10 Fascinating Facts About Frogmore House
The once-upon-a-time royal residence is home to an illustrious past.
After Meghan Markle and Prince Harry get married at St. George's Chapel on Saturday, a special celebration for their closest family and friends will take place that evening at Frogmore House, a stately, storied estate less than a mile away on the grounds of the Home Park of Windsor Castle, but worlds apart from any wedding venue mere mortals might imagine. The stunning property with its white buildings and verdant acres has played a significant role in the lives of the British royal family. Here are 10 fascinating facts about Frogmore House. And for more about royal regality, check out these 15 Most Lavish Royal Weddings of All Time.
It's been in the royal family for centuries.
Frogmore House came into royal ownership in the 16th century. In 1792, King George III bought Frogmore House for his wife, Queen Charlotte, who used it as a country retreat for their unmarried daughters.
It's the site of Harry and Meghan's stunning engagement photos.
The royal lovebirds chose Frogmore as the location for those instantly iconic shots by fashion photographer Alexi Lubomirski. "It was one of the easiest, most joyful jobs because they were so deliciously in love," the photographer revealed. For more on the impending nuptials, check out these 20 Celebrities Who Are Definitely Attending the Royal Wedding.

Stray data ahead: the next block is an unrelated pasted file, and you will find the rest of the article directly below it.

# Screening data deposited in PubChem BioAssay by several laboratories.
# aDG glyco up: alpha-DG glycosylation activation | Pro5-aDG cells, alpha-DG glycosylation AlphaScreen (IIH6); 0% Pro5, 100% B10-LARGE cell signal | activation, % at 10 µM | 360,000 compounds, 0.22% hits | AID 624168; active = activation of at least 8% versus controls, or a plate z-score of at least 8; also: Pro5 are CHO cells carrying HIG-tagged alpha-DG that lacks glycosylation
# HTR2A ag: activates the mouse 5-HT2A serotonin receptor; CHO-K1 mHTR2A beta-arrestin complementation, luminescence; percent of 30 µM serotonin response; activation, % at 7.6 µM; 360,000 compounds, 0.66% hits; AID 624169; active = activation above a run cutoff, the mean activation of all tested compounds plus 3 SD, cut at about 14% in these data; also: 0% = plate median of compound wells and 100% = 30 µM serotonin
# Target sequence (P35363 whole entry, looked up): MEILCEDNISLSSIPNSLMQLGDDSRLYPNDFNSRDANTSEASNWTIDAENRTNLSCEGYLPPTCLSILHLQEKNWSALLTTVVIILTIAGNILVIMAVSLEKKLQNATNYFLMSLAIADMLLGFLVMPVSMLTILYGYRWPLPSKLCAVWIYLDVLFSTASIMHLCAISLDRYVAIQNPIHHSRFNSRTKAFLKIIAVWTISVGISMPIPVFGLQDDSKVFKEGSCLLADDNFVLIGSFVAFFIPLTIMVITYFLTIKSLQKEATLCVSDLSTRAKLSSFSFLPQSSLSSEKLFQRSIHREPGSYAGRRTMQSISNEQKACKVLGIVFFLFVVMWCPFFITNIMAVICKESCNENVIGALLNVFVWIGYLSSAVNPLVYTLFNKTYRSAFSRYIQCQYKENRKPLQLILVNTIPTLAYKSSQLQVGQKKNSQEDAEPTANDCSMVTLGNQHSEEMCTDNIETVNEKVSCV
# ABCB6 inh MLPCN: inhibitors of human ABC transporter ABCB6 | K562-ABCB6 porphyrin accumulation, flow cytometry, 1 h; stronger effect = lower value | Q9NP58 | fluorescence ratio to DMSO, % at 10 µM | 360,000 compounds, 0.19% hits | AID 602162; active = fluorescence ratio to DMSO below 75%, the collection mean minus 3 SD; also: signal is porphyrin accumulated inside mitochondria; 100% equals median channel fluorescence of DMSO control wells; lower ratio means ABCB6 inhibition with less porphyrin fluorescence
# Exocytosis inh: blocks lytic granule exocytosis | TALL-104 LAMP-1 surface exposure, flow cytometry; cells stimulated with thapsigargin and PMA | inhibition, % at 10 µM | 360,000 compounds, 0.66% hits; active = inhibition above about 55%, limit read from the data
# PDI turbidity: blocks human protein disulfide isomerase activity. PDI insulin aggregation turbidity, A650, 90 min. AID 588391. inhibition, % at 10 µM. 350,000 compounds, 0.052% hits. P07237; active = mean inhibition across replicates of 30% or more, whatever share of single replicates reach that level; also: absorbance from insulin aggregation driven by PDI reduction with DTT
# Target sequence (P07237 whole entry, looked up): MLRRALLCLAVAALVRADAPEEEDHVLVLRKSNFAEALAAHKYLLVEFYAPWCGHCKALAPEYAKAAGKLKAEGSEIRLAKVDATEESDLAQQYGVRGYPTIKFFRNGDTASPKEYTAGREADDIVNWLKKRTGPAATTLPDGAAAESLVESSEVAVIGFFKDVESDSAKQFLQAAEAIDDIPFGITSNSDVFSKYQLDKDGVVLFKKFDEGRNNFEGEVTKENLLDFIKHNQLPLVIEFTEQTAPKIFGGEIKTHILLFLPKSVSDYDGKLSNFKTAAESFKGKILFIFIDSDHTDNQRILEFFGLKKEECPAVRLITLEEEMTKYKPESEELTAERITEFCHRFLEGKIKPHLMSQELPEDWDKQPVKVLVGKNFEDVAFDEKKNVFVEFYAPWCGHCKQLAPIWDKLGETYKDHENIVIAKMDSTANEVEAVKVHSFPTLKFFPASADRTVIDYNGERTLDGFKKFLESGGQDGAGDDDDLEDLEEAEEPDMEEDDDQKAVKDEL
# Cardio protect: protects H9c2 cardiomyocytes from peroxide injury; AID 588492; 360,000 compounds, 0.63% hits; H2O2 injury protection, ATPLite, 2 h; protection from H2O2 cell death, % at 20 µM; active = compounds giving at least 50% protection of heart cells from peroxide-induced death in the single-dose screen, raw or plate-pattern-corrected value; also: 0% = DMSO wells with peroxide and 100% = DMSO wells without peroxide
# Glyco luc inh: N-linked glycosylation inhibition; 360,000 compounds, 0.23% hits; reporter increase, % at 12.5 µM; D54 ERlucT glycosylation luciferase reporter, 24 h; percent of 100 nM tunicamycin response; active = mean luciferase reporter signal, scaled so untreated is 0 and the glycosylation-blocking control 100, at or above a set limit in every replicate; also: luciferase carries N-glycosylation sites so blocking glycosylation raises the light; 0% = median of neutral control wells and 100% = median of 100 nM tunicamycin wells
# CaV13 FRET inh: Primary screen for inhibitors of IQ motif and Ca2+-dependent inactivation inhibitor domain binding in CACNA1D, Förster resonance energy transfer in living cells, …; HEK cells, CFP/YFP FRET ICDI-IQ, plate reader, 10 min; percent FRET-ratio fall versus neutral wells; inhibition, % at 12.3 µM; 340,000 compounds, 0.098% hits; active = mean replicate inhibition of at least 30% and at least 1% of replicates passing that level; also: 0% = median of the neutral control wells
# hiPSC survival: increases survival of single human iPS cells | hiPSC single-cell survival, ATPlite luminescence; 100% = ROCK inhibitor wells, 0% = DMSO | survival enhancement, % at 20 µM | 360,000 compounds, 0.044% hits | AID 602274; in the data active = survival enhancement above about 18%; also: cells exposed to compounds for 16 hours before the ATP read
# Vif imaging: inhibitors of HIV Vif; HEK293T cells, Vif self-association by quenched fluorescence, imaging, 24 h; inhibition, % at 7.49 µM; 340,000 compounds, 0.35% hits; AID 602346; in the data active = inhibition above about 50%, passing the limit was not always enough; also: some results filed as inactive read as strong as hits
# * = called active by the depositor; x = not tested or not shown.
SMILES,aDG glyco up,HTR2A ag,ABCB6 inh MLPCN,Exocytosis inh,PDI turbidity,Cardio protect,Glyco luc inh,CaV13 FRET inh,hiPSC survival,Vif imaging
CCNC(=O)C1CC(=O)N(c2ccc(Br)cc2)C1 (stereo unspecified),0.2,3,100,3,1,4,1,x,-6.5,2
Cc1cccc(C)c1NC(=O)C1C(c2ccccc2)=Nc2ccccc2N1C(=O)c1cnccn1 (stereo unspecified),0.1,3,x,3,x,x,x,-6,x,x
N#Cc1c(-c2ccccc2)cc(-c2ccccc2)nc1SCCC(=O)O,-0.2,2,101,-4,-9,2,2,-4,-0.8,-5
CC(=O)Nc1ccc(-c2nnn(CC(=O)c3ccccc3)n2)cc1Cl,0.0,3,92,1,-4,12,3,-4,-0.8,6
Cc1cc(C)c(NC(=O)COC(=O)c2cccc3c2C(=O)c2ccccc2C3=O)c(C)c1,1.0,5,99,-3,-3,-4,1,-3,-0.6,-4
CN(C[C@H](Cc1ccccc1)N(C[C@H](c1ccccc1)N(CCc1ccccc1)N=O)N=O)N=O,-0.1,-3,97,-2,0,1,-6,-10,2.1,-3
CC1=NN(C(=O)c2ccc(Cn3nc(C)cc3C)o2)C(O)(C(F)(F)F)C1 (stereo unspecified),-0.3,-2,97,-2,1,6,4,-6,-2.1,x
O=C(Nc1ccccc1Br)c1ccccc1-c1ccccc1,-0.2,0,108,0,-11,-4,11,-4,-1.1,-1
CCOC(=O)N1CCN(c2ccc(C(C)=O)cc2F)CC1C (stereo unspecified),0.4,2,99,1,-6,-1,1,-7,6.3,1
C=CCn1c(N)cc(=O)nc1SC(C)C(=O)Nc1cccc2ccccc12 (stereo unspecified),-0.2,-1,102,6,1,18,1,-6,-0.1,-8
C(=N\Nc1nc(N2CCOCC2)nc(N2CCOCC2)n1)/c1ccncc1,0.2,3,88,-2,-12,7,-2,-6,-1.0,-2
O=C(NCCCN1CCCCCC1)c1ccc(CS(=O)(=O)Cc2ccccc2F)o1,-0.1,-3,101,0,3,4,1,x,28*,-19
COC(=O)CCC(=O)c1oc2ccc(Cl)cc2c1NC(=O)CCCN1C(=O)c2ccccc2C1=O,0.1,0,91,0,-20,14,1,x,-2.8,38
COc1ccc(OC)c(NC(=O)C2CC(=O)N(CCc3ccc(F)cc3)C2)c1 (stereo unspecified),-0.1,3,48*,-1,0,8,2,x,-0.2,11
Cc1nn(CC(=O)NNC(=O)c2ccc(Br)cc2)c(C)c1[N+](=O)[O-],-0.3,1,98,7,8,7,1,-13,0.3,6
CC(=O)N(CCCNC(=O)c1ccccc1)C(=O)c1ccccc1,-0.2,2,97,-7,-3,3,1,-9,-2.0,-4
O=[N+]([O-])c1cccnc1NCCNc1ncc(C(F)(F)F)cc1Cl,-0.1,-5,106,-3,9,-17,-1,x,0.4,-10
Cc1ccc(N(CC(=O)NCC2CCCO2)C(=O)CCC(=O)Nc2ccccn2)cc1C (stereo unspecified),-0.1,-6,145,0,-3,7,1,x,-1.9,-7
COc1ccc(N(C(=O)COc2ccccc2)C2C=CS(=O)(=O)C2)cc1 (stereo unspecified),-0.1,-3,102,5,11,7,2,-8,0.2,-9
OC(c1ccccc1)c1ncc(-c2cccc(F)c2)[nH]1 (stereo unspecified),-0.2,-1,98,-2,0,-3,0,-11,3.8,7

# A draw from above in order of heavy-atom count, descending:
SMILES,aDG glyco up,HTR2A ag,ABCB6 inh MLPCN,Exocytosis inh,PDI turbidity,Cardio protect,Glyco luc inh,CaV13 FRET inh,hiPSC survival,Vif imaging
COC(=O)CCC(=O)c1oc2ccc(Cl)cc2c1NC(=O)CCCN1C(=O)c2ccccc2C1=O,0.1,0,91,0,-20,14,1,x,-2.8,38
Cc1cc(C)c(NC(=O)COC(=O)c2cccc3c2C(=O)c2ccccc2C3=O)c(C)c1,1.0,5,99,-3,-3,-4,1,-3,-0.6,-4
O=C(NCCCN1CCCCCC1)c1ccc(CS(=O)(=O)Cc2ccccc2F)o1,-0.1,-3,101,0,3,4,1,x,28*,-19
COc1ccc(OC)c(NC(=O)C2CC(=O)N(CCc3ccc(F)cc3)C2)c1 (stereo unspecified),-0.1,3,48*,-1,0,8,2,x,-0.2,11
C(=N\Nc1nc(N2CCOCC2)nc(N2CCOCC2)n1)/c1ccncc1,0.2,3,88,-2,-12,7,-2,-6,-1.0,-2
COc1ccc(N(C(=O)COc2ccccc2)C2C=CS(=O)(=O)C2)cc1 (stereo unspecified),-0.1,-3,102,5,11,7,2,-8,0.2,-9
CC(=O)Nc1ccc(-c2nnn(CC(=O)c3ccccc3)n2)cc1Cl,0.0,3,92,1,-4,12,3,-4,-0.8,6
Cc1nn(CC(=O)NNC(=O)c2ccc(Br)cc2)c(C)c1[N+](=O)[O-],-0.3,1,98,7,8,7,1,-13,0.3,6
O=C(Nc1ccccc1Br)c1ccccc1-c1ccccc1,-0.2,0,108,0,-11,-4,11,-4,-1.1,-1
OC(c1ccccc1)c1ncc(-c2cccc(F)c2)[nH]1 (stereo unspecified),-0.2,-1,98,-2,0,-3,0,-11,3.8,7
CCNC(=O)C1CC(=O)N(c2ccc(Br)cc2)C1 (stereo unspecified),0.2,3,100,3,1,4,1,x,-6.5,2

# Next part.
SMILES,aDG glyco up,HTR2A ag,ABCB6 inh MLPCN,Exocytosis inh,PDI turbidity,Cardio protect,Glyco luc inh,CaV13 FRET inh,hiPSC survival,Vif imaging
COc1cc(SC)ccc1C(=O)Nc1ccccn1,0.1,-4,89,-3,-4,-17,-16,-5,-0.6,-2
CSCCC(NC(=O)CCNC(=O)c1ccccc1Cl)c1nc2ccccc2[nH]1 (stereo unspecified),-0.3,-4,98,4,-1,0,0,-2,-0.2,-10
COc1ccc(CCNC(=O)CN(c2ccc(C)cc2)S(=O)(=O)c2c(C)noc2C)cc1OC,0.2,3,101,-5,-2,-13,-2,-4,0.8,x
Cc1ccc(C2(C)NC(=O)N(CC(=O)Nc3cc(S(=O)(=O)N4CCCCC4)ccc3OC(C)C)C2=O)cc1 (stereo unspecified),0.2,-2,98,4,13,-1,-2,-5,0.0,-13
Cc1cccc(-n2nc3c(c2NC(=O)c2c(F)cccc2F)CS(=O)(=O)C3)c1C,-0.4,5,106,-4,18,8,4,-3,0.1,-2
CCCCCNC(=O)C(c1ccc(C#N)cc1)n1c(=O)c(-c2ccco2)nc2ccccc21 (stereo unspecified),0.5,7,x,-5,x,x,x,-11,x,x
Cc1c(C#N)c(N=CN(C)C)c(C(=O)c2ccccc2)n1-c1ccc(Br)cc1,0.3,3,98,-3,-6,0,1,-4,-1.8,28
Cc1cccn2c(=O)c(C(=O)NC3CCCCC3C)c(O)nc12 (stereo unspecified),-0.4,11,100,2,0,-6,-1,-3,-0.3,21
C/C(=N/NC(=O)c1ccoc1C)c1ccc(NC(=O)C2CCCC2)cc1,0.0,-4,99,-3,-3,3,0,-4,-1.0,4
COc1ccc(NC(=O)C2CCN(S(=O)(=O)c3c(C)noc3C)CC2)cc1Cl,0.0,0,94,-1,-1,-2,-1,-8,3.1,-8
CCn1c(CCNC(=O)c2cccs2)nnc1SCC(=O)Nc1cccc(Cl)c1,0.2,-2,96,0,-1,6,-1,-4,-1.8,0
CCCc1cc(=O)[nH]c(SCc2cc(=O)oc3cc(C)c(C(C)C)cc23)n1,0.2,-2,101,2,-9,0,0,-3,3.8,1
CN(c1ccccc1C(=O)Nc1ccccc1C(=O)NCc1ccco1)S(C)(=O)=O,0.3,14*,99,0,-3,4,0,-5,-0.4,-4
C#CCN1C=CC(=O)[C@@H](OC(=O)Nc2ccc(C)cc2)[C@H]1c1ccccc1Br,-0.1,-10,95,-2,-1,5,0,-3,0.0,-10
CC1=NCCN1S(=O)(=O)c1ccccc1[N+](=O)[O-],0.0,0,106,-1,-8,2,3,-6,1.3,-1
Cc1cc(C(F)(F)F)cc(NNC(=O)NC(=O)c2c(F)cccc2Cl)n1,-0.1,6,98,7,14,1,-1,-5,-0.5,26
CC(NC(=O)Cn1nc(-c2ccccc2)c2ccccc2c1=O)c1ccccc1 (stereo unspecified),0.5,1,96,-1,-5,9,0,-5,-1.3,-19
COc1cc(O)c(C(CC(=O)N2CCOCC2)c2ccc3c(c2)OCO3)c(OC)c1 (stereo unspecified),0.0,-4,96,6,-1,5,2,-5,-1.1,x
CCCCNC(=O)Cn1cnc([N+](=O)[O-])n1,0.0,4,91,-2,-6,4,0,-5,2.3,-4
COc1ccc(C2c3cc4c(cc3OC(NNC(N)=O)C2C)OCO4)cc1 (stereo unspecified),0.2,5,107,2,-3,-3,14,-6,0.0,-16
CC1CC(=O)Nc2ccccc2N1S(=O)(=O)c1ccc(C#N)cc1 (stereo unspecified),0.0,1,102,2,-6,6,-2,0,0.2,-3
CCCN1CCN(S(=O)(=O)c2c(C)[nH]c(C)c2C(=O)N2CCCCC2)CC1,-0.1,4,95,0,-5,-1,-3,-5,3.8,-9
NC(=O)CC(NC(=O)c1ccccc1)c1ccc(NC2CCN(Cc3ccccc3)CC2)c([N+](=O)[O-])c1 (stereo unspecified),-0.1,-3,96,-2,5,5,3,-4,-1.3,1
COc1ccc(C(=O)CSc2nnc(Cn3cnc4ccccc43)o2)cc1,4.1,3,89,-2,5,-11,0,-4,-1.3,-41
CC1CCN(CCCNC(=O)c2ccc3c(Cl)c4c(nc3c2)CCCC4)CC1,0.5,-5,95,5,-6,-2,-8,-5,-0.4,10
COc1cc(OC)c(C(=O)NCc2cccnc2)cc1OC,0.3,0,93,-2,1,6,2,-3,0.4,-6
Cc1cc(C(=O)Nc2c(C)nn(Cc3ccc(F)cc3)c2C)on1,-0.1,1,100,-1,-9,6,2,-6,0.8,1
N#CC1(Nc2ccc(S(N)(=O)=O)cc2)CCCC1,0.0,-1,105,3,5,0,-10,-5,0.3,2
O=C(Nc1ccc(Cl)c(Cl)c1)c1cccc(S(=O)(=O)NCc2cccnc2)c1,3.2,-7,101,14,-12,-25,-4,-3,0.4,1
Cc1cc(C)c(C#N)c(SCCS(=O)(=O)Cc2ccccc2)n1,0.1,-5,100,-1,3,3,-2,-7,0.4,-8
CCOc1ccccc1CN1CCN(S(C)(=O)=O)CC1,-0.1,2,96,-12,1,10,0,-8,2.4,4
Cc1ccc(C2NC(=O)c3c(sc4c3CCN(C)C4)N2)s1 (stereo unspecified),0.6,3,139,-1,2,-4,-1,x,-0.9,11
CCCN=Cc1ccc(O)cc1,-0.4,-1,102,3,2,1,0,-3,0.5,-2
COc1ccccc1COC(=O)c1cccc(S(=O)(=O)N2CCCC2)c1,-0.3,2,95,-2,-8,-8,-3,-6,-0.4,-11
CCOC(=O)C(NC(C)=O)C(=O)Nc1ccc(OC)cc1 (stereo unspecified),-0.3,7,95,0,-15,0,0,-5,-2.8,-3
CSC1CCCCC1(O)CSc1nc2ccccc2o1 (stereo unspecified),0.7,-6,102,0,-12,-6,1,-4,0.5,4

It's no longer a royal residence.
Frogmore House is now an unoccupied residence used mainly for events. 200 guests will attend a black-tie dinner hosted by Prince Charles for Meghan and Harry on the evening of the wedding. Perpetual royal pariah Sarah Ferguson (who is invited to the ceremony) is reportedly furious about being left off the guest list. For details about who's actually on it, though, check out the 20 Celebrities Who Are Definitely Invited to the Royal Wedding.
Another royal wedding was held at Frogmore.
The last royal wedding at Frogmore House was on May 17, 2008, when Queen Elizabeth II's grandson, Peter Phillips, became the first of her grandchildren to marry, when he wed Canadian management consultant Autumn Kelly. And for more on royal weddings, check out these 30 Crazy Facts About Royal Marriages.
Two infamous royals are buried there.
The Duke of Windsor, who abdicated the throne in 1936, asked Queen Elizabeth II that Frogmore House be his final resting place. He is buried there with his wife Wallis Simpson.
Frogmore House held a special place in Queen Victoria's heart.
Queen Victoria's mother, the Duchess of Kent, lived there for 20 years. When the Duchess died in 1861, the Queen spent weeks in her mother's room refusing to leave and insisted the room remain exactly as her mother had left it for years. She was so grief-stricken at the time, rumors that the Queen had gone mad reached London.
It's the location of the final chapter to one of the British monarchy's greatest love stories.
Queen Victoria had a special mausoleum built there for Prince Albert there when he died in 1862. When she died in 1901, she was buried next to him. Statues above the tombs depict the couple sleeping side by side.
It's home to a Victorian-age architectural relic.
Queen Victoria's teahouse, considered a historic Gothic ruin, is located on the grounds.
The royals once farmed the land on the grounds.
During World War I, the royals planted potatoes at Frogmore to supplement their war rations.
The public can visit for a limited time during the year.
Frogmore House was opened to the public for the first time in 1990. Visitors may tour the grounds on select days in May and August. And for more on royal customs, check out these 20 Traditions Royal Brides Must Follow.
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